Carney asked Johnson to consider going along with a PSI recommendation for probation, saying Sternberg's young son had recently been released from the hospital with "pretty serious medical issues." He said his client had an "inappropriate response to financial stresses," had always been gainfully employed and had "generally contributed to society." He said Sternberg had agreed to pay restitution as part of a plea agreement.

Abler told the judge, "An older gentleman was taken advantage of." He said the man had left a blank check to pay for feed delivered by the defendant, an employee of the feed company, who then took information from the check to make pickup payments. However, Abler advised the judge that Sternberg had been "open and honest" with law enforcement, before he recommended probation.

"You have a relatively minor criminal history which operates in your favor," the judge told Sternberg. "The court will take into account that you were cooperative with law enforcement." He noted the crime was committed prior to the birth of the defendant's son.

Johnson sentenced Sternberg to a 60-month term of probation for the crime committed between Feb. 23 and June 29, 2021, including fees totaling $870; restitution in the amount of $11,132.56, in 60 monthly payments of a minimum $186; and 90 days in the county jail with credit for five days previously served. The 85 days are to be served in two-day stents each weekend for 20 weeks, beginning Aug. 5, with the remaining time to be served before the end of probation if not waived. Sternberg was also ordered to write an apology letter to the victim within 30 days. He was taxed $147 costs.

Carney asked for clarification on the beginning weekend in jail and asked if it was waiverable.

"All are waiverable," Johnson said.

Tori A. Wooters, 26, of Neligh, who has a history of not showing up for court, failed to appear for sentencing on counts of possession of a controlled substance, a Class 4 felony, and criminal attempt of tampering with physical evidence, a Class 1 misdemeanor, committed Jan. 19.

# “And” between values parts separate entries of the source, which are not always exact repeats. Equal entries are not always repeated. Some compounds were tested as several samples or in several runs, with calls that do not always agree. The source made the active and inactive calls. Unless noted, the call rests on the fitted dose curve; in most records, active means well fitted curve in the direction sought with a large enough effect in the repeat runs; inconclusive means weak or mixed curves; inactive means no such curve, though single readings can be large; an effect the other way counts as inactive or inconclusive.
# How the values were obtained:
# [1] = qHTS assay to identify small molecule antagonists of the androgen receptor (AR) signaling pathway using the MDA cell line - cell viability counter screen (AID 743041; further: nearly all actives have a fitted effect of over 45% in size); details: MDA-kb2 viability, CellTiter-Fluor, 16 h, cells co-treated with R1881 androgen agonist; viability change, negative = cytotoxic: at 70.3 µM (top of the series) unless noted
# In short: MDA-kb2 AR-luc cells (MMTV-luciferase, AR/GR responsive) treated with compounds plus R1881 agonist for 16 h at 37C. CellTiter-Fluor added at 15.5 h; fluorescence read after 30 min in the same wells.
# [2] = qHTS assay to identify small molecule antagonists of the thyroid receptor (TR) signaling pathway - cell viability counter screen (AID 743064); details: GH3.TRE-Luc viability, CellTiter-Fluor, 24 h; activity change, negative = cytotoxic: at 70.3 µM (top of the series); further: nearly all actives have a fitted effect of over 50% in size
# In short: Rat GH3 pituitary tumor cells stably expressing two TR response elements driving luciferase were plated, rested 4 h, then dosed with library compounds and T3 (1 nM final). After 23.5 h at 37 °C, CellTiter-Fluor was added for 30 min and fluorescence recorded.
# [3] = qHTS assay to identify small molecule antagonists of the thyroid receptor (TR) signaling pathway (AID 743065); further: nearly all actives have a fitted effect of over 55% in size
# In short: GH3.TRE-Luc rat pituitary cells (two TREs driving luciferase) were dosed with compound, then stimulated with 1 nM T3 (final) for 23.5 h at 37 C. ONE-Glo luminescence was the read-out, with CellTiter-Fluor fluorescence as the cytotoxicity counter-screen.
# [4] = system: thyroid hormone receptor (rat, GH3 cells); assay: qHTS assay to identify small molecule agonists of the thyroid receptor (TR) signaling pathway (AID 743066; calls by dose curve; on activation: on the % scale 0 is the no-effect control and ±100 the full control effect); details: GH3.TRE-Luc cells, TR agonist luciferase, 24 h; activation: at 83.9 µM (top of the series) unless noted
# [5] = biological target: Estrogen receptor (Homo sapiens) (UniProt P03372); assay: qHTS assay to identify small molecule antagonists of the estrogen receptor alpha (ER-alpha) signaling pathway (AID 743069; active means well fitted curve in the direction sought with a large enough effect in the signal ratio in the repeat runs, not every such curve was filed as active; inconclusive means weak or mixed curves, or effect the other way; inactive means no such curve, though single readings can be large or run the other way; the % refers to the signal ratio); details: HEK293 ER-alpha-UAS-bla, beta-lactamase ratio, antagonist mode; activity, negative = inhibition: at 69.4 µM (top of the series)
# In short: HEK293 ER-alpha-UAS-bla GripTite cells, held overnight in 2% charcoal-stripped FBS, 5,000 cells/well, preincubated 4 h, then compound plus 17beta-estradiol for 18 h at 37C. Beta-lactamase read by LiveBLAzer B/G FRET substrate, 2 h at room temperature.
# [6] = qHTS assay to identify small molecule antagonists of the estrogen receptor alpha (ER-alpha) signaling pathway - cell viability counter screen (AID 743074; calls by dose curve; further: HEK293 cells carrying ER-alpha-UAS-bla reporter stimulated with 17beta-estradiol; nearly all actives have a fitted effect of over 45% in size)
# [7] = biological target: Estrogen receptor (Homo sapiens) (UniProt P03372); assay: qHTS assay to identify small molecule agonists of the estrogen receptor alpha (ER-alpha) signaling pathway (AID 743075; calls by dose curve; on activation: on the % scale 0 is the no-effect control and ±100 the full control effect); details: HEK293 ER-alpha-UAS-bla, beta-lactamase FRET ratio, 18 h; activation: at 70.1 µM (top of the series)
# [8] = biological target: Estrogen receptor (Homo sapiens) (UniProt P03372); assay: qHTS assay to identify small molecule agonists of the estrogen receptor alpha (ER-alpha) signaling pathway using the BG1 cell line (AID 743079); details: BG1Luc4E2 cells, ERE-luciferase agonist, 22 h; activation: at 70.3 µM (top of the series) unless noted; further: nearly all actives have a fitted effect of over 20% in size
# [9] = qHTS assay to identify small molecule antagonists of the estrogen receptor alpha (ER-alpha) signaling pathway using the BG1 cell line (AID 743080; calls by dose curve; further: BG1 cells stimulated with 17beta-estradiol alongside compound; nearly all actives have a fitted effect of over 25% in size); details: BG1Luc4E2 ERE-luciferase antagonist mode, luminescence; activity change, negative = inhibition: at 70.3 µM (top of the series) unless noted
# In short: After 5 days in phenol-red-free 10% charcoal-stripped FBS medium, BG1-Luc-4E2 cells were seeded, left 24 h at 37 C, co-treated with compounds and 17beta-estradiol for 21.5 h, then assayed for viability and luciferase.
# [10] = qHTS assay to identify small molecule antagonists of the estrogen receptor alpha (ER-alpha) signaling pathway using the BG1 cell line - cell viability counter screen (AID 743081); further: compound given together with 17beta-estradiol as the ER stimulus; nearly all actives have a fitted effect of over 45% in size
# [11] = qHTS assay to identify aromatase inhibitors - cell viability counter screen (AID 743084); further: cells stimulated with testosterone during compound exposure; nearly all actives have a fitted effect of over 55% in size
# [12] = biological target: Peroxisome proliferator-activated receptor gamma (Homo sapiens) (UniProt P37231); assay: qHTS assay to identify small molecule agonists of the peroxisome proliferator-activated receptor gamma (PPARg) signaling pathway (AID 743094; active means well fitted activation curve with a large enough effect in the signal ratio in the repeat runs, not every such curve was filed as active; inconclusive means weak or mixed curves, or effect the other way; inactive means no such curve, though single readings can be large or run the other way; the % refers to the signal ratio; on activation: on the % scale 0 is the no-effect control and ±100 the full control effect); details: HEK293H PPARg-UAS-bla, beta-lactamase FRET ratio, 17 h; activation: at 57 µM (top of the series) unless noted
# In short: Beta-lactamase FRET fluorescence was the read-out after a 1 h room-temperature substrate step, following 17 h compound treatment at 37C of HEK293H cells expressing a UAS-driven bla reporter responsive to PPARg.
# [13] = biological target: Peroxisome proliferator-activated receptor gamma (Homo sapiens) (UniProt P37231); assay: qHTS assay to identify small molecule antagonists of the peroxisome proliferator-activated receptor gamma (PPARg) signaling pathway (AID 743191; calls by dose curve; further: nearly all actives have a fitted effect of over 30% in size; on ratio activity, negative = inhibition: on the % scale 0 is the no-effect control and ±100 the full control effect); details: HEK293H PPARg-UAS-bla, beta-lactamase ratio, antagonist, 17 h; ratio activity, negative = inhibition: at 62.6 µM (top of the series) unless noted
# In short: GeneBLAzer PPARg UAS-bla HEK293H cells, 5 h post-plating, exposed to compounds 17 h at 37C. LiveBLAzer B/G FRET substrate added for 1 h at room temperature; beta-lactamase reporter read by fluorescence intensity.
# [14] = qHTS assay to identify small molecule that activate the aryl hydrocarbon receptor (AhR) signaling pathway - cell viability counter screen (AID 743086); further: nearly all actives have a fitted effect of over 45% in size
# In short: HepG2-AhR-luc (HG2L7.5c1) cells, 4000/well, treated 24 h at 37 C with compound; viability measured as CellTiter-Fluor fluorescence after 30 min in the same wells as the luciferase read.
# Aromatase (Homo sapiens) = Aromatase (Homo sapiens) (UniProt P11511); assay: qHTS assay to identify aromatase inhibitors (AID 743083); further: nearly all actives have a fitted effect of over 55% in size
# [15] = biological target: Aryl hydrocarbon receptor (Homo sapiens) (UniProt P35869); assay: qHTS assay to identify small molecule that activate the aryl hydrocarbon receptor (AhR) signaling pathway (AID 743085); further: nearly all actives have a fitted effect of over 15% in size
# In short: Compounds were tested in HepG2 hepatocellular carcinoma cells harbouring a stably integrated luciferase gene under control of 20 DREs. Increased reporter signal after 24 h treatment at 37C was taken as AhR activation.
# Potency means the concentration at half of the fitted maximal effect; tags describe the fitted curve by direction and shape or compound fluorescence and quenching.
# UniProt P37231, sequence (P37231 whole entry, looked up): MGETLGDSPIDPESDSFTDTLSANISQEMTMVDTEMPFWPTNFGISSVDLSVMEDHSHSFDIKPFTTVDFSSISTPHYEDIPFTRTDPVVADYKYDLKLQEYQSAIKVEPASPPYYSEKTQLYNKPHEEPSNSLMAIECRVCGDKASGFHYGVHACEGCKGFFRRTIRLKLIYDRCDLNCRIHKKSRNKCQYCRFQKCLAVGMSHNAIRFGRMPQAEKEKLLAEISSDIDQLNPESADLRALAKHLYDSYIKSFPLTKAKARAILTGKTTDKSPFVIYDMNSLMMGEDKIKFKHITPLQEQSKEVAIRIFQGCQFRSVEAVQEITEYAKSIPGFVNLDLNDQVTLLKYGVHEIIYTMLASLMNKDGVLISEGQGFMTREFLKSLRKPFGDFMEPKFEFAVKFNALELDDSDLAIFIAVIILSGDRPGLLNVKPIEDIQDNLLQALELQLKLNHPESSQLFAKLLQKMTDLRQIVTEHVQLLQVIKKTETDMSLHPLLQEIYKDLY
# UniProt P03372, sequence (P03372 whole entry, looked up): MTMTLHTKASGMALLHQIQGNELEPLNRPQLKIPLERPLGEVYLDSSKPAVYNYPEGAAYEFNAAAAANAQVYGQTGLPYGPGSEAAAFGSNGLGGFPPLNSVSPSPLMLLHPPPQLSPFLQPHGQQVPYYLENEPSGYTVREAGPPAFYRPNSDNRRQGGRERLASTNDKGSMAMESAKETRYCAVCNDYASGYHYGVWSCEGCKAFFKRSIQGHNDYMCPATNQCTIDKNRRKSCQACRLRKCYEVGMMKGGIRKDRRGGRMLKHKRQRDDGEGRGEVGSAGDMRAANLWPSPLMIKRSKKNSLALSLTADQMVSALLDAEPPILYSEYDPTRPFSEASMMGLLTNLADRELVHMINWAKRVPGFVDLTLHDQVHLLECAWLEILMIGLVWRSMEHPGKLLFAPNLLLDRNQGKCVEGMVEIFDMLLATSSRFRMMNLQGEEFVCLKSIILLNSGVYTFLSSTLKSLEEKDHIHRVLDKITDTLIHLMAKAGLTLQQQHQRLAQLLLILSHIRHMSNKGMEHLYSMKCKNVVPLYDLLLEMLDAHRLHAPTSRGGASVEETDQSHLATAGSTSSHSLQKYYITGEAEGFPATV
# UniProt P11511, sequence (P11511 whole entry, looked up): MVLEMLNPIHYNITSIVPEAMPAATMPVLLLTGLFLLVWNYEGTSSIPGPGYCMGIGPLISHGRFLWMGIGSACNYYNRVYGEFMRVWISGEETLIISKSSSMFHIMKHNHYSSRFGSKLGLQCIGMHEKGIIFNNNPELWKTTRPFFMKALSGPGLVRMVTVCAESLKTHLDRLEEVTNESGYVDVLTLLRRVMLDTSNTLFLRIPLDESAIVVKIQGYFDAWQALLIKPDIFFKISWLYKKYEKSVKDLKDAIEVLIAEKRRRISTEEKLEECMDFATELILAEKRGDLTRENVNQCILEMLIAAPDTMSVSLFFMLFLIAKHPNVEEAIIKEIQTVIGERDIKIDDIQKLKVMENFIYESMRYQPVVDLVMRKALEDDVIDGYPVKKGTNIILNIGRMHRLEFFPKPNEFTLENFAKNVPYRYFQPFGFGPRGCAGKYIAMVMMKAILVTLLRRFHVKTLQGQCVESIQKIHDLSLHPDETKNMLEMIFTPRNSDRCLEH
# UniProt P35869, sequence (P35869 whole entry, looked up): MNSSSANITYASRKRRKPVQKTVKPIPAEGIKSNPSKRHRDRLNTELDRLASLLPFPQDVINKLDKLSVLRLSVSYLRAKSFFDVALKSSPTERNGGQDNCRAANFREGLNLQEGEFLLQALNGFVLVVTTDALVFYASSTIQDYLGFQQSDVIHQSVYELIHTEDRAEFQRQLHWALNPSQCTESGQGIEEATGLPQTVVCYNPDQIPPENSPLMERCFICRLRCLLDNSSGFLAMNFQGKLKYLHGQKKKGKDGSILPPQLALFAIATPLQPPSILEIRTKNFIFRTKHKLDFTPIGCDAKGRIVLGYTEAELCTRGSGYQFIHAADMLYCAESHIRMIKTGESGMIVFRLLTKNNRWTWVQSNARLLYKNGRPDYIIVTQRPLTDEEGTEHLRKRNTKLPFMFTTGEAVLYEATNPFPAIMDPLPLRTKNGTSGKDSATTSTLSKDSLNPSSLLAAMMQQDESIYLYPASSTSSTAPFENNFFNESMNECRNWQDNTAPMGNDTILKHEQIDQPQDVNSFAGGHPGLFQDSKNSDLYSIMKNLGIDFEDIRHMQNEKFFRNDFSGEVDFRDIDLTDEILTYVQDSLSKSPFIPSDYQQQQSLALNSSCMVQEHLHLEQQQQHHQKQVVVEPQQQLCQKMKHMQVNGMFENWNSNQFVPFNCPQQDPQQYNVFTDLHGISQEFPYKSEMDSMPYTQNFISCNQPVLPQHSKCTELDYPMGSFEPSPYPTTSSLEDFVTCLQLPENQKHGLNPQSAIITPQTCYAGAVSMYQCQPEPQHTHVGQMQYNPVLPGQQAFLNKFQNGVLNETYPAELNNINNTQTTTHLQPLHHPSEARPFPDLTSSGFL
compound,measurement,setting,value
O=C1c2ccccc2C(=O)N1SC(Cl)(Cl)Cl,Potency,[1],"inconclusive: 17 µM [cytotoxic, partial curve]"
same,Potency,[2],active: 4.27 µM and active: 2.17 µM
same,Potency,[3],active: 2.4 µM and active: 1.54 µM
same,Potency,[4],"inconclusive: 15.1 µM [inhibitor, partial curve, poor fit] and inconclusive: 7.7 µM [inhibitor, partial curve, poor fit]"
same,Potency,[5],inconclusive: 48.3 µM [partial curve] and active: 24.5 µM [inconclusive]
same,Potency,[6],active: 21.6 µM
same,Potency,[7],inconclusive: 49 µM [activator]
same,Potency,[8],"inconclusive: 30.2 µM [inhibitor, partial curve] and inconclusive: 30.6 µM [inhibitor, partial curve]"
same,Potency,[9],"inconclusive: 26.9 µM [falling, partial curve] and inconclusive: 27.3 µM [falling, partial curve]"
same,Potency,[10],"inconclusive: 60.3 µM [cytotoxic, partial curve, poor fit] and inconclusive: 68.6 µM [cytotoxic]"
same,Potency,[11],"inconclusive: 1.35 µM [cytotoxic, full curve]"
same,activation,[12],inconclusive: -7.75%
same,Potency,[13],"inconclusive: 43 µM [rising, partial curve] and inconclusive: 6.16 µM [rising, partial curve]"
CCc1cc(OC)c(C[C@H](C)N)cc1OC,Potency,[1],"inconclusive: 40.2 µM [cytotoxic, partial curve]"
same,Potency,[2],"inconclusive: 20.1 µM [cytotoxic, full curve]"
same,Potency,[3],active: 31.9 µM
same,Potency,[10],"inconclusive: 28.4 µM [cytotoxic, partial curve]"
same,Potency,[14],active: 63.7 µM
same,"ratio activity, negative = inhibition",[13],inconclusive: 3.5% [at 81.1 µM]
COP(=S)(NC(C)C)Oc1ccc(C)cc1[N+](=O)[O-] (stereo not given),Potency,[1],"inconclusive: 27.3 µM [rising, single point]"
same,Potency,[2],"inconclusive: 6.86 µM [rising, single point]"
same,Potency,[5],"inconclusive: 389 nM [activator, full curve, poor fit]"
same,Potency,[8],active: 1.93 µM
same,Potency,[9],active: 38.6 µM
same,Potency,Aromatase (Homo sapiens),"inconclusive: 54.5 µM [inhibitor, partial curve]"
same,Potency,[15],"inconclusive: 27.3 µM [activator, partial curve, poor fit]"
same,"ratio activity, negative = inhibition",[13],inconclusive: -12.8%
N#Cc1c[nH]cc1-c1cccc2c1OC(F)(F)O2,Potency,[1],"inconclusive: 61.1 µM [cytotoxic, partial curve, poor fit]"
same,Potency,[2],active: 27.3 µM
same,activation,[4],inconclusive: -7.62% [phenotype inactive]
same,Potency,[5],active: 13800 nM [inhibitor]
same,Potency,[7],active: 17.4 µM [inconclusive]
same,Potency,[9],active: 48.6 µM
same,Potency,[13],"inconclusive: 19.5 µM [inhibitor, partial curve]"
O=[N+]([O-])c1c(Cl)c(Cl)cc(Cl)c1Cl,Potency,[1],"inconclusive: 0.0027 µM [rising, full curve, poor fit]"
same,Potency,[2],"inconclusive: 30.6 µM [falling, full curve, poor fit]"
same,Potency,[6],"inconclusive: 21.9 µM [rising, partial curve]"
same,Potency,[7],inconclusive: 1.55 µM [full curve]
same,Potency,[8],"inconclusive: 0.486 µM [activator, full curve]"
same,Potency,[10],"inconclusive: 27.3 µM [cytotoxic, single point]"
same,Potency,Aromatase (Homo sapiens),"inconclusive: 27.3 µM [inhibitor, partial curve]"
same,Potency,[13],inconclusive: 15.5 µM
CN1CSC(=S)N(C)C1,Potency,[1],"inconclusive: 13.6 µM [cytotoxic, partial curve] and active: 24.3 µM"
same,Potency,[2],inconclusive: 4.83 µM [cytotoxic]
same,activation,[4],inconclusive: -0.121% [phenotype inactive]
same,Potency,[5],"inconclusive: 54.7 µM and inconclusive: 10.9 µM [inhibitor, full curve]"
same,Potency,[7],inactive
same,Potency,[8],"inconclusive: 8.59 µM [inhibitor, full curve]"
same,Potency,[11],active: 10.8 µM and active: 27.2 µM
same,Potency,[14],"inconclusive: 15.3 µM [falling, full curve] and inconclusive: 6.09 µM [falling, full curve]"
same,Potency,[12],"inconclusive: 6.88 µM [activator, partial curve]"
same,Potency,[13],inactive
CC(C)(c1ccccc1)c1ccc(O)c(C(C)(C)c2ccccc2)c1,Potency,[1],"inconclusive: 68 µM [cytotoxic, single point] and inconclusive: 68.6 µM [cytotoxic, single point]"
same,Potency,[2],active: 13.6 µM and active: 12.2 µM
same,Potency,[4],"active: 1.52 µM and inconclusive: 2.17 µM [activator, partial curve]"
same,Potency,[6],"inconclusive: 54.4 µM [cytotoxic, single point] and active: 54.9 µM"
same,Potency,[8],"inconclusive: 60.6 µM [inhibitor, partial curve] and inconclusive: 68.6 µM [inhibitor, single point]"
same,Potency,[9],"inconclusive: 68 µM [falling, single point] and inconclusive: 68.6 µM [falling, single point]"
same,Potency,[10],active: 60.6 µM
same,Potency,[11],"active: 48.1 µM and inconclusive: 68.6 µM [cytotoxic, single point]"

"To tell the truth," Abler said. "I anticipated her not showing up because she failed to appear in county court a couple of weeks ago."

Johnson revoked Wooter's personal recognizance bond and ordered a bench warrant be issued for her arrest, setting a new bond of $100,000, 10% cash.

Wooters is represented by Carney.

Andrew J. Stephenson, 20, of Richland, Washington, appeared alongside his attorney, Frankie Hass of Omaha, for pretrial hearing on a Class 4 felony, possession of a controlled substance (methamphetamine), and two infractions, possession of marijuana and possession of drug paraphernalia. A plea bargain was announced. Abler filed an amended complaint, reducing Count I to criminal attempt possession of meth, a Class 1 misdemeanor. Stephenson pleaded guilty to the three counts committed Dec. 23, 2021, following an accident east of Oakdale on Highway 275. According to Abler, Stephenson was a passenger in a car involved in the accident and witnesses reported seeing him place items believed to be drugs into a backpack as he left the scene. One item later field-tested positive for meth. The prosecutor asked the judge to order a PSI report. Johnson ordered the PSI and set sentencing for Sept. 14.

Bond, in the amount of $10,000, 10%, posted Jan. 7, is continued.